Text Is Universal and Good

One of the defining characteristics of modern UI design seems to be the scarcity of text. The assumption is that the user does not want to read text, nor does he/she have the time to do so. This is strongly related to the fact that within the context of a modern graphical user interface, text usually means bad news. Therefore, text is often omitted from the design, unless it is an indispensable part of the content itself. However, this also means that important information about the functionality of the program, or the device, is also hidden away from the user, which makes troubleshooting more difficult. Error messages are less verbose than ever. Even URLs regarded as too long to be tolerated, and some web browsers now display shortened versions of URLs by default.

Computer Operator
Image: US - NARA
Text does not always have to be bad news. If it did, the entire history of humanity would be very different. Text, as a medium of communication, is ubiquitous, and much easier to translate compared to symbolic icons, design elements, and various other representations. On the other hand, modern design often makes no sense to people, unless they are digital natives or they have invested a considerable amount of time in learning the arbitrary and ever-changing design languages of the current time. In most cases, the lack of textual interfaces, proper documentation, and useful error messages prevent people from learning about the basic or advanced uses of the technology in their hands. Moreover, not every program has to have a graphical user interface; sometimes, command-line text interfaces that provide a standardized way of interaction to the user are the simplest, the easiest, and the best design choice. Many details depend on the specific functionalities and use cases of the device/program. However, having more usability and more information are always good, and text is a good way to achieve that.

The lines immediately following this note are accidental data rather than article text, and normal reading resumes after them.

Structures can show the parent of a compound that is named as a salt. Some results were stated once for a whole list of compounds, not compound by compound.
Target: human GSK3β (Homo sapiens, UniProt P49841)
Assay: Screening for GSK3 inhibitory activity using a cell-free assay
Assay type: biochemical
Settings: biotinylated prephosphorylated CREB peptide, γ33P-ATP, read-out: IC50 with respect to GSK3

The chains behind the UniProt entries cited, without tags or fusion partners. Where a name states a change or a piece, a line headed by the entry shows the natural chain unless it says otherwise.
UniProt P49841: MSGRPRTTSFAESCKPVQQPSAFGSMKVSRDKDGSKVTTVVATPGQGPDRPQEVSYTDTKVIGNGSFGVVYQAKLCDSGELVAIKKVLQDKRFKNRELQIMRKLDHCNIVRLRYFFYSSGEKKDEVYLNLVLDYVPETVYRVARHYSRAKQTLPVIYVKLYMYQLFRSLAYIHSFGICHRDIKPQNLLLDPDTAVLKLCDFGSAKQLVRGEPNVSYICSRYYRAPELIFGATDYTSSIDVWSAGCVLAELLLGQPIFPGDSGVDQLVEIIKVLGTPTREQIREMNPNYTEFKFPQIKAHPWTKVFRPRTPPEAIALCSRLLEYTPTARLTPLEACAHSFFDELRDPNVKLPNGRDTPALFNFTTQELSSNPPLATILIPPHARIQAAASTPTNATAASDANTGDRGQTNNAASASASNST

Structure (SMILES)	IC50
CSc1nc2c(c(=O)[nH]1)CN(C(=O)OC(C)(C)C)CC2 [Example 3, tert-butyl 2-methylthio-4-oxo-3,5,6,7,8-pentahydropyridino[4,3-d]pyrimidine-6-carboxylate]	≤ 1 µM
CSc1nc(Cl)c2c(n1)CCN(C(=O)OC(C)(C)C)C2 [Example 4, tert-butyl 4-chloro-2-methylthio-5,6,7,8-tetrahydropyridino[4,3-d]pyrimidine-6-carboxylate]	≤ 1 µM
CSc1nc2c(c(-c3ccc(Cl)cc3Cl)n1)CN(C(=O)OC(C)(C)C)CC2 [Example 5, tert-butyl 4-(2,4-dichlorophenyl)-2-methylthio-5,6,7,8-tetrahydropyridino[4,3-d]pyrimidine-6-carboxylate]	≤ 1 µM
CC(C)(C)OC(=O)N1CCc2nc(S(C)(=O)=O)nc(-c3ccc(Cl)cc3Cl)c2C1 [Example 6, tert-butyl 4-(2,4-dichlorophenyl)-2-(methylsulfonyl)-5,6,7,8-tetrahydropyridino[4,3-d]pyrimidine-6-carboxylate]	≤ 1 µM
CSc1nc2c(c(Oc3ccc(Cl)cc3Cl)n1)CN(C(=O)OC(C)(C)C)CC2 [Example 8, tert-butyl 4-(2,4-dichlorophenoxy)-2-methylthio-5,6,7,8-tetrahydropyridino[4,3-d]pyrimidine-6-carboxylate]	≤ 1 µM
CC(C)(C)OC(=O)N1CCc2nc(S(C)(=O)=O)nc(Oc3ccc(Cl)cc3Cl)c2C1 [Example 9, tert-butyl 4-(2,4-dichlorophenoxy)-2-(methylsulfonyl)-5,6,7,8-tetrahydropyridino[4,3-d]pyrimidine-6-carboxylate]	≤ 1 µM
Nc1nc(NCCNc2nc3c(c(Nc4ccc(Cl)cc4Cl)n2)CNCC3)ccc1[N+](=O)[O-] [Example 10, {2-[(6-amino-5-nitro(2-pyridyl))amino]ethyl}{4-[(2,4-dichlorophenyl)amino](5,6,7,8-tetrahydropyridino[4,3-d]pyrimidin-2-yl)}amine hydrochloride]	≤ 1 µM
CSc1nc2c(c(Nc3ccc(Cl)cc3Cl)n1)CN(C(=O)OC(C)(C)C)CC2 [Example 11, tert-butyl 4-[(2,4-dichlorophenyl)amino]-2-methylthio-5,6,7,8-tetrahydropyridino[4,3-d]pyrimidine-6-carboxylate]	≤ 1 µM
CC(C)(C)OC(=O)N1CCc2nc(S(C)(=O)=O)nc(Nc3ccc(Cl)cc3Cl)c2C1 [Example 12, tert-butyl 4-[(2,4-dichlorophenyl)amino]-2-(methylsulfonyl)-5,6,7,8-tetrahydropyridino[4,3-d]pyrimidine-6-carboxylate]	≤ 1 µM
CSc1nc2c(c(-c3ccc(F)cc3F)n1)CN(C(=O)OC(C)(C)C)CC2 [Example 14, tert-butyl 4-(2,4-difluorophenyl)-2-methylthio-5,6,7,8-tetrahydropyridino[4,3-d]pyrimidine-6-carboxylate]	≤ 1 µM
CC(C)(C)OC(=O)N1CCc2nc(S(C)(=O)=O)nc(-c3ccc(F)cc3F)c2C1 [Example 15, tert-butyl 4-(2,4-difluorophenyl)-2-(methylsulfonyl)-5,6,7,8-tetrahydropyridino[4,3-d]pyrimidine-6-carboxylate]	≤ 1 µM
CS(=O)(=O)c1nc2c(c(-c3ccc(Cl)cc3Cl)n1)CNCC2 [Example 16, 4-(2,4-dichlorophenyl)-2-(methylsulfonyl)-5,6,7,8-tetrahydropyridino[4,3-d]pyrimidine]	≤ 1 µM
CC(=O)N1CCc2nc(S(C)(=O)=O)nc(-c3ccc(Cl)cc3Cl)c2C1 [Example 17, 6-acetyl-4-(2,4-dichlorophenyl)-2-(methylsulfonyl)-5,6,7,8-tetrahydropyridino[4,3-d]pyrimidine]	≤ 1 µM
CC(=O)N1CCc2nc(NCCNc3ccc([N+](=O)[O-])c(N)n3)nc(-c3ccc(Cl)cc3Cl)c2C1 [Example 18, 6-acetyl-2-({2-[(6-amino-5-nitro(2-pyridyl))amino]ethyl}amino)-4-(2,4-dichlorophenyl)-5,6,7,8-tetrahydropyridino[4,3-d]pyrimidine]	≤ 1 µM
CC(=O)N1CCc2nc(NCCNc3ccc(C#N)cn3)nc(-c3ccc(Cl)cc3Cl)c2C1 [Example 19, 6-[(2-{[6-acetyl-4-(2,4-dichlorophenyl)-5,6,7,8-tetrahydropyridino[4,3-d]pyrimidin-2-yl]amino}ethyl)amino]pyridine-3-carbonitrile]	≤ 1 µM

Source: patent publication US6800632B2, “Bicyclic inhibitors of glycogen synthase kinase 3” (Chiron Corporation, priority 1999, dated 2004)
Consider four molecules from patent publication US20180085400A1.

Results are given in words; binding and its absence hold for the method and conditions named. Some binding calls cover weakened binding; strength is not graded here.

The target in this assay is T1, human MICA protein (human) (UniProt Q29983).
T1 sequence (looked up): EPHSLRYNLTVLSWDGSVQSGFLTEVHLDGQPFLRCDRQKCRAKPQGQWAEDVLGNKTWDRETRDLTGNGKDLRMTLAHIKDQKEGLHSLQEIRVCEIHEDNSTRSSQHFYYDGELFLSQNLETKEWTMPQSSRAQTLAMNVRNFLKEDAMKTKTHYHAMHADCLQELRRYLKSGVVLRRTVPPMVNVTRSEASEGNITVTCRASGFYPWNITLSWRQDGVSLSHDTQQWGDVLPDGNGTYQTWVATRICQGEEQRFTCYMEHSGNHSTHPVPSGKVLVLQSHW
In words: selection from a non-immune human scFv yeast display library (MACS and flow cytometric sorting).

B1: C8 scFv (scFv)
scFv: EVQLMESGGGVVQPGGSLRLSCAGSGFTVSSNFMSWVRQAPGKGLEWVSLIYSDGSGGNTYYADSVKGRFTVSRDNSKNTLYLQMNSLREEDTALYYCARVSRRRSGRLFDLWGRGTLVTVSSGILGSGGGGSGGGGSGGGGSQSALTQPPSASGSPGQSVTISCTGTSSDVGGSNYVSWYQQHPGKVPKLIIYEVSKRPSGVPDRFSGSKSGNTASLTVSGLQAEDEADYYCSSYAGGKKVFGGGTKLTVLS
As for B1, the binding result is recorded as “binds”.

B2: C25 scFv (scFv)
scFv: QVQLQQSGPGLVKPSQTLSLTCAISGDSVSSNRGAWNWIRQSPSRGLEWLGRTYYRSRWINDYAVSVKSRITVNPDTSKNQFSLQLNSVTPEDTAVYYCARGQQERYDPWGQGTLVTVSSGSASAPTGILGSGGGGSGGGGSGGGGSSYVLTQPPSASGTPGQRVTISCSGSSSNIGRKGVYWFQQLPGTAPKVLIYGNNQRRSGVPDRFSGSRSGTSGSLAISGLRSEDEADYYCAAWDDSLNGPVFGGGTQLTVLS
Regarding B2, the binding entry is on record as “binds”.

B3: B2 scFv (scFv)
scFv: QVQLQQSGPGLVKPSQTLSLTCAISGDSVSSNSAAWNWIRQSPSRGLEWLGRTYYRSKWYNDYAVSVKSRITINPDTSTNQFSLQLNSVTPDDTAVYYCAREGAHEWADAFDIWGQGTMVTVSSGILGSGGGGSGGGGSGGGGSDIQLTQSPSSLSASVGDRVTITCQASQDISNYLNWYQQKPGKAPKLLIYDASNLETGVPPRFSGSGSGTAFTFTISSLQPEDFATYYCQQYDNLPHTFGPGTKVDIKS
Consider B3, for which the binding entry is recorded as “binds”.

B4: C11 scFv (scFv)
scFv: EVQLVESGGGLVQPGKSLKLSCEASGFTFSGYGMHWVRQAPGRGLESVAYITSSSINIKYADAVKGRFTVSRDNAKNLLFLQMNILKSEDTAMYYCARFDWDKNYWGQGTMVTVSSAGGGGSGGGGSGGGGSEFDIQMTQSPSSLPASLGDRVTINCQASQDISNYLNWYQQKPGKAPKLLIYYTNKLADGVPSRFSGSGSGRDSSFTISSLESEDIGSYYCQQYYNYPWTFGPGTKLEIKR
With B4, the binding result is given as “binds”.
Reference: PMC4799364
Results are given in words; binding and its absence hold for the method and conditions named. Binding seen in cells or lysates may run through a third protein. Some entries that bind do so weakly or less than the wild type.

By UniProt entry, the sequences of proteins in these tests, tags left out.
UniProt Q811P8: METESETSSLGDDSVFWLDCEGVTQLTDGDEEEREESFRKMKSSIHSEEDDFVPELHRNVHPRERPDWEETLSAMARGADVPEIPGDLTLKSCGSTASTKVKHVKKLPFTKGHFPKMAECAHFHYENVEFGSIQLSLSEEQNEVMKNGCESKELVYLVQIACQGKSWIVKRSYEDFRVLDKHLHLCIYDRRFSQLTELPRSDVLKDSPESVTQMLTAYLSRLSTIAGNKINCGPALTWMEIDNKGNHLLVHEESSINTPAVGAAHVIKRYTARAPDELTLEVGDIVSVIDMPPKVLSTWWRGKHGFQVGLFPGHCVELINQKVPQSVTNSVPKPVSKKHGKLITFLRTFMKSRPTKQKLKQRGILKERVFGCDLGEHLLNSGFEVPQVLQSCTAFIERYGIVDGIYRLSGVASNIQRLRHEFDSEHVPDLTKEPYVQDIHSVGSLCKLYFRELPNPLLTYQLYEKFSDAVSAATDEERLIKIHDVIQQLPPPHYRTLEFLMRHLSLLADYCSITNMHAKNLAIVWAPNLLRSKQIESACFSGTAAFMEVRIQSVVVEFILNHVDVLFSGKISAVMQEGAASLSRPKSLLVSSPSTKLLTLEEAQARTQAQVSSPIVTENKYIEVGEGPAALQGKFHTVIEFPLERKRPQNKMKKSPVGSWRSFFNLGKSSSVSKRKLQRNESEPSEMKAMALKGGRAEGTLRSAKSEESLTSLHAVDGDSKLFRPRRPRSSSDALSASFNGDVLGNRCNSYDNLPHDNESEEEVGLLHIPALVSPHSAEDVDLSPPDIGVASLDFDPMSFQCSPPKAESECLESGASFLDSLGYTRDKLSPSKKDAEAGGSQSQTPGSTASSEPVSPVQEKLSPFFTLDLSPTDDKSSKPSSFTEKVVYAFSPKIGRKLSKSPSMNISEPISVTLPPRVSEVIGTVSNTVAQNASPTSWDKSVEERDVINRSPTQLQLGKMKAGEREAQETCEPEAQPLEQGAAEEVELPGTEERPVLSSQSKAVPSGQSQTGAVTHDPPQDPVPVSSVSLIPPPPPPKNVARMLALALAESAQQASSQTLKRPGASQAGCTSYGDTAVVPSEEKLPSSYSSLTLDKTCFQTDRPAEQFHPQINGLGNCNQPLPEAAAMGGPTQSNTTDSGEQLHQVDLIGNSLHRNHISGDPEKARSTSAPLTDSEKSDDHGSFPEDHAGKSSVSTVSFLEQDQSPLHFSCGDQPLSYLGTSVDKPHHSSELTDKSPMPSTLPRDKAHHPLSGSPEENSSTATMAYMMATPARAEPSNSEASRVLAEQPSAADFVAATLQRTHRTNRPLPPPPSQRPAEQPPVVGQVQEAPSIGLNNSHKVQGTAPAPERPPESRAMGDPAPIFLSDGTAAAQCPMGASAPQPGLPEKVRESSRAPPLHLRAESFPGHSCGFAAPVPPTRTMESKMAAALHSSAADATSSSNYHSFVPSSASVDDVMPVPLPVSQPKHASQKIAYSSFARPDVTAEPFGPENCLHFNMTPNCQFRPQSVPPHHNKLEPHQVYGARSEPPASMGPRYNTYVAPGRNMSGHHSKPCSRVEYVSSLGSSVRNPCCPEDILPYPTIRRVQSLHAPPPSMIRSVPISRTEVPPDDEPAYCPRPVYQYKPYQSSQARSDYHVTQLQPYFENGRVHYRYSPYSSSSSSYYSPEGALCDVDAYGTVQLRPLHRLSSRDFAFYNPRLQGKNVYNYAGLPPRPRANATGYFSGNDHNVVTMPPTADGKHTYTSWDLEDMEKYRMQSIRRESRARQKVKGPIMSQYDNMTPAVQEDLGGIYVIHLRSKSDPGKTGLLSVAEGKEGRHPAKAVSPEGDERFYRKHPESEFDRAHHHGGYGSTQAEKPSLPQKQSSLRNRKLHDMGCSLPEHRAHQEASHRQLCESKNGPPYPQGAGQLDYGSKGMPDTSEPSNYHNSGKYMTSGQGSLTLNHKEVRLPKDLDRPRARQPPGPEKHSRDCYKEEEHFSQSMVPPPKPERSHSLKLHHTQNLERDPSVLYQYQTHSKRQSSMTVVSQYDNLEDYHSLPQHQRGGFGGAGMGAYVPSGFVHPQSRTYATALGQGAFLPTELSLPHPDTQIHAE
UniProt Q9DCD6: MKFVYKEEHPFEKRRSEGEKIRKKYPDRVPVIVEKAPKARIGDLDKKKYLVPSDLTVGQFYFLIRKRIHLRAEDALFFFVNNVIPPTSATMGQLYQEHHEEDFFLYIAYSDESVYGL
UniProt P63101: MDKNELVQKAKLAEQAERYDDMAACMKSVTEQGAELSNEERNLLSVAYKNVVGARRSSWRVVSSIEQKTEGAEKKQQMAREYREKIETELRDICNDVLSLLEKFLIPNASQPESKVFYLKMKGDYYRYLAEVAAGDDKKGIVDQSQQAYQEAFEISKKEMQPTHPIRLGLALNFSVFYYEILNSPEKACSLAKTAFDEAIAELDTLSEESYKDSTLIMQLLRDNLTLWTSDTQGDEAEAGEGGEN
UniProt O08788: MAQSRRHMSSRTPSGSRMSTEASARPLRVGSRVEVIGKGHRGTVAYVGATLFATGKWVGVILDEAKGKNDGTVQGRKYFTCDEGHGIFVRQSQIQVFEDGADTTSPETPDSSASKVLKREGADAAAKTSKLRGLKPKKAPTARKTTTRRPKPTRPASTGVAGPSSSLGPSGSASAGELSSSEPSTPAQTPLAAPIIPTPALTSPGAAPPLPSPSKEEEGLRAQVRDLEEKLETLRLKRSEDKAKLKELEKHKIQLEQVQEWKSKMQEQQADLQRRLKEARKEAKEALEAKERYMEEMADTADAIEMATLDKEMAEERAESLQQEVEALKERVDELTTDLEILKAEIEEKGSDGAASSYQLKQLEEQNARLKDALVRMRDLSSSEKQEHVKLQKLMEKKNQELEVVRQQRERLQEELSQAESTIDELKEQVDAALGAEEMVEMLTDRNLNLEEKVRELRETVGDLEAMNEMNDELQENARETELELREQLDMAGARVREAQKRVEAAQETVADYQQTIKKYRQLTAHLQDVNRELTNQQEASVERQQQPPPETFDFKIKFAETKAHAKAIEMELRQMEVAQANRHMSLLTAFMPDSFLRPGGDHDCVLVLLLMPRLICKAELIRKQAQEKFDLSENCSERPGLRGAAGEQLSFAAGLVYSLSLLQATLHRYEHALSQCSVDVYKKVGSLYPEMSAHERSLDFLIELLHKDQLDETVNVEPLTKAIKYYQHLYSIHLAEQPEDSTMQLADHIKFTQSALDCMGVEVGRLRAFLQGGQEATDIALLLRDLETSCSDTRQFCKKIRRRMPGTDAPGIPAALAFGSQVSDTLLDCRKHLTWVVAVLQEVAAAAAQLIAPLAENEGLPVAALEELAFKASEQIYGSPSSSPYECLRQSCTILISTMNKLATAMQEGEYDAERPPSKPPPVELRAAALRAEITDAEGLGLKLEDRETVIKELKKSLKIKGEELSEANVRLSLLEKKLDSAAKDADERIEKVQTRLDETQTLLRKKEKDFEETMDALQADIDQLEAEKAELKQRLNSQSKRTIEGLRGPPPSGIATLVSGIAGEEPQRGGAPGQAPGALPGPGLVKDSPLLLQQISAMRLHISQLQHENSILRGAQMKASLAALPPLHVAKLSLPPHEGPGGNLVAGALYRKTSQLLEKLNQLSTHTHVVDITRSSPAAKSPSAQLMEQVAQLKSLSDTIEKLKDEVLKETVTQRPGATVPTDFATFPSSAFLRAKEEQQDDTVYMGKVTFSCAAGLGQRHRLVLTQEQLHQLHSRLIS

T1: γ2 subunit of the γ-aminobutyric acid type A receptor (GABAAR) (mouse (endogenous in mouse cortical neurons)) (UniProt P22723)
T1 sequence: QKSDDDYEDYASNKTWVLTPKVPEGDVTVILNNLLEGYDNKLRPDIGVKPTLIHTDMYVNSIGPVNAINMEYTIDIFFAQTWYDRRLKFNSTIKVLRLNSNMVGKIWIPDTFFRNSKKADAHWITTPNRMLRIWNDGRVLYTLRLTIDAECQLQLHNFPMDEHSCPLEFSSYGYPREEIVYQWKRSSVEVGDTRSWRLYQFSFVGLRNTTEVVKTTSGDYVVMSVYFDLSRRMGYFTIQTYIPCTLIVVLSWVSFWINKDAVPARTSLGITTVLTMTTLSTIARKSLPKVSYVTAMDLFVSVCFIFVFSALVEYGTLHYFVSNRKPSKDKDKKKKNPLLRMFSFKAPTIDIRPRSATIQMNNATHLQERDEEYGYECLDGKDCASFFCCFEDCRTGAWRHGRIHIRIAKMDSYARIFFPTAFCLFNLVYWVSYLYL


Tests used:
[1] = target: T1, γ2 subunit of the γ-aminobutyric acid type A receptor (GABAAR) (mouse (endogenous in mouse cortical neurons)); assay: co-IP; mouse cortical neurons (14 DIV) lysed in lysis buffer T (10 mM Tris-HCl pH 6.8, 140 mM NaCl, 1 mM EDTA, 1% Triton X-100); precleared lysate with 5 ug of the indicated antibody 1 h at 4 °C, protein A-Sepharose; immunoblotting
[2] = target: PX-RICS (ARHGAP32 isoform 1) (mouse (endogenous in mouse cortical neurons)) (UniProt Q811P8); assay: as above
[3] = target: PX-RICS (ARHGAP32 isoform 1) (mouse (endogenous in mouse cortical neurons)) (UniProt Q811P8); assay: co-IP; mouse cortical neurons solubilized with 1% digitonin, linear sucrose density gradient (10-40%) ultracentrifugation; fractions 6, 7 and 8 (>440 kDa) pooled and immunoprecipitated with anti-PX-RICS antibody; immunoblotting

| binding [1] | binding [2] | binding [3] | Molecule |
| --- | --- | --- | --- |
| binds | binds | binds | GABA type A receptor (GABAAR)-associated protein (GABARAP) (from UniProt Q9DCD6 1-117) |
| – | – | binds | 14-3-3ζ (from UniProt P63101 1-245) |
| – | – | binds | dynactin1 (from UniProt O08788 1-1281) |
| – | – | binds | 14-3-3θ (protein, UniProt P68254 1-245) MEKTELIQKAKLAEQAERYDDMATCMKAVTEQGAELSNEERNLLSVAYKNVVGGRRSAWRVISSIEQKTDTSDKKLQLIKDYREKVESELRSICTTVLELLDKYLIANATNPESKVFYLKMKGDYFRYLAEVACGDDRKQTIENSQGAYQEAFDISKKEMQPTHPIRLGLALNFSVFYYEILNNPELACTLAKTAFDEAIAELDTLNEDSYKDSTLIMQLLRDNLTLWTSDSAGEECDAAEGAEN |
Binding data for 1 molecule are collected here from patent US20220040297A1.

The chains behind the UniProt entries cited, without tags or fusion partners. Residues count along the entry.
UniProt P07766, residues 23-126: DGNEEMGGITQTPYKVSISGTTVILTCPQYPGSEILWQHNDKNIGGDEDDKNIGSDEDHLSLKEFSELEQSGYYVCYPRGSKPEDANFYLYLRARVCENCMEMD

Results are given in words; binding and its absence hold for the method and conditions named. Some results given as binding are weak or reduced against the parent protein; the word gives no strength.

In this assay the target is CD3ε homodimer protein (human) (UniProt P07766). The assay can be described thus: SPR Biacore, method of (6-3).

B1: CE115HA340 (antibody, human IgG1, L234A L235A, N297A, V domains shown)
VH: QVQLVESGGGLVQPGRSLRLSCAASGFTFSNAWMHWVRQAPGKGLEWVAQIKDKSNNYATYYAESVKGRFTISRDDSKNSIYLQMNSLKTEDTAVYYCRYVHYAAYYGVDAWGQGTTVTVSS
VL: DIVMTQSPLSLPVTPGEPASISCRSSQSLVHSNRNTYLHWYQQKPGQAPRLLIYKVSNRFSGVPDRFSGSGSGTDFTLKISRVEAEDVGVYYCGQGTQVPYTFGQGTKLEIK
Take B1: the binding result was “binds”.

Modern Design Hurts Usability